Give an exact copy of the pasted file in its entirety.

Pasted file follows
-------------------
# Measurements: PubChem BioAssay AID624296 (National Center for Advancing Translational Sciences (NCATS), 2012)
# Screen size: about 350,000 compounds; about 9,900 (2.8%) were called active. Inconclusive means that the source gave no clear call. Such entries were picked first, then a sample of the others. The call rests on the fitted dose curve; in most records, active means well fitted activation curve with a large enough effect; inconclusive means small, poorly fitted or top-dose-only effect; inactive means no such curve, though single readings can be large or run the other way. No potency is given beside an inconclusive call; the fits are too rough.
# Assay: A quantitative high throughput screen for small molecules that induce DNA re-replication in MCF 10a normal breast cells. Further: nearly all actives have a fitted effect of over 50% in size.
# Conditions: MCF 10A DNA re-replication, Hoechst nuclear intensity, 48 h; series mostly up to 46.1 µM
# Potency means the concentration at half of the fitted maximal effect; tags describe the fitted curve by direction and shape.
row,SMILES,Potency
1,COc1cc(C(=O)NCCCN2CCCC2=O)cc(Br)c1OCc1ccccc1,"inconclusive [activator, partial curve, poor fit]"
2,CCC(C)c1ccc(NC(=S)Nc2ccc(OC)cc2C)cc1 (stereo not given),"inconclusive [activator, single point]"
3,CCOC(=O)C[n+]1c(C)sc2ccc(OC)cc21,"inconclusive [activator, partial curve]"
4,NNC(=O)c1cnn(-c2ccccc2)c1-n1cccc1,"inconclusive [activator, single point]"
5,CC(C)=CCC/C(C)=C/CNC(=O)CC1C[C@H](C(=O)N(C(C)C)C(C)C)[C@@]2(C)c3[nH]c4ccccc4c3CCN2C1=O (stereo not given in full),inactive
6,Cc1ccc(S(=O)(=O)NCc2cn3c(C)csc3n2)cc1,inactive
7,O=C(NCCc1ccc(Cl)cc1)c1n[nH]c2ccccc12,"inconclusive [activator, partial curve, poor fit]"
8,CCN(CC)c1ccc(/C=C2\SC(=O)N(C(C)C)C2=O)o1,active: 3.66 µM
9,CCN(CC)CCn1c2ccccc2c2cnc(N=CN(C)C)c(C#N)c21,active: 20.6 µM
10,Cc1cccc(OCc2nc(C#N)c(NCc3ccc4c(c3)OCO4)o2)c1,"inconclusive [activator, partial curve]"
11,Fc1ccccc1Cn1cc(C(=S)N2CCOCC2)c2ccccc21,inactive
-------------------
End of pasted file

# Measurements: PubChem BioAssay AID624296 (National Center for Advancing Translational Sciences (NCATS), 2012)
# Screen size: about 350,000 compounds; about 9,900 (2.8%) were called active. Inconclusive means that the source gave no clear call. Such entries were picked first, then a sample of the others. The call rests on the fitted dose curve; in most records, active means well fitted activation curve with a large enough effect; inconclusive means small, poorly fitted or top-dose-only effect; inactive means no such curve, though single readings can be large or run the other way. No potency is given beside an inconclusive call; the fits are too rough.
# Assay: A quantitative high throughput screen for small molecules that induce DNA re-replication in MCF 10a normal breast cells. Further: nearly all actives have a fitted effect of over 50% in size.
# Conditions: MCF 10A DNA re-replication, Hoechst nuclear intensity, 48 h; series mostly up to 46.1 µM
# Potency means the concentration at half of the fitted maximal effect; tags describe the fitted curve by direction and shape.
row,SMILES,Potency
1,COc1cc(C(=O)NCCCN2CCCC2=O)cc(Br)c1OCc1ccccc1,"inconclusive [activator, partial curve, poor fit]"
2,CCC(C)c1ccc(NC(=S)Nc2ccc(OC)cc2C)cc1 (stereo not given),"inconclusive [activator, single point]"
3,CCOC(=O)C[n+]1c(C)sc2ccc(OC)cc21,"inconclusive [activator, partial curve]"
4,NNC(=O)c1cnn(-c2ccccc2)c1-n1cccc1,"inconclusive [activator, single point]"
5,CC(C)=CCC/C(C)=C/CNC(=O)CC1C[C@H](C(=O)N(C(C)C)C(C)C)[C@@]2(C)c3[nH]c4ccccc4c3CCN2C1=O (stereo not given in full),inactive
6,Cc1ccc(S(=O)(=O)NCc2cn3c(C)csc3n2)cc1,inactive
7,O=C(NCCc1ccc(Cl)cc1)c1n[nH]c2ccccc12,"inconclusive [activator, partial curve, poor fit]"
8,CCN(CC)c1ccc(/C=C2\SC(=O)N(C(C)C)C2=O)o1,active: 3.66 µM
9,CCN(CC)CCn1c2ccccc2c2cnc(N=CN(C)C)c(C#N)c21,active: 20.6 µM
10,Cc1cccc(OCc2nc(C#N)c(NCc3ccc4c(c3)OCO4)o2)c1,"inconclusive [activator, partial curve]"
11,Fc1ccccc1Cn1cc(C(=S)N2CCOCC2)c2ccccc21,inactive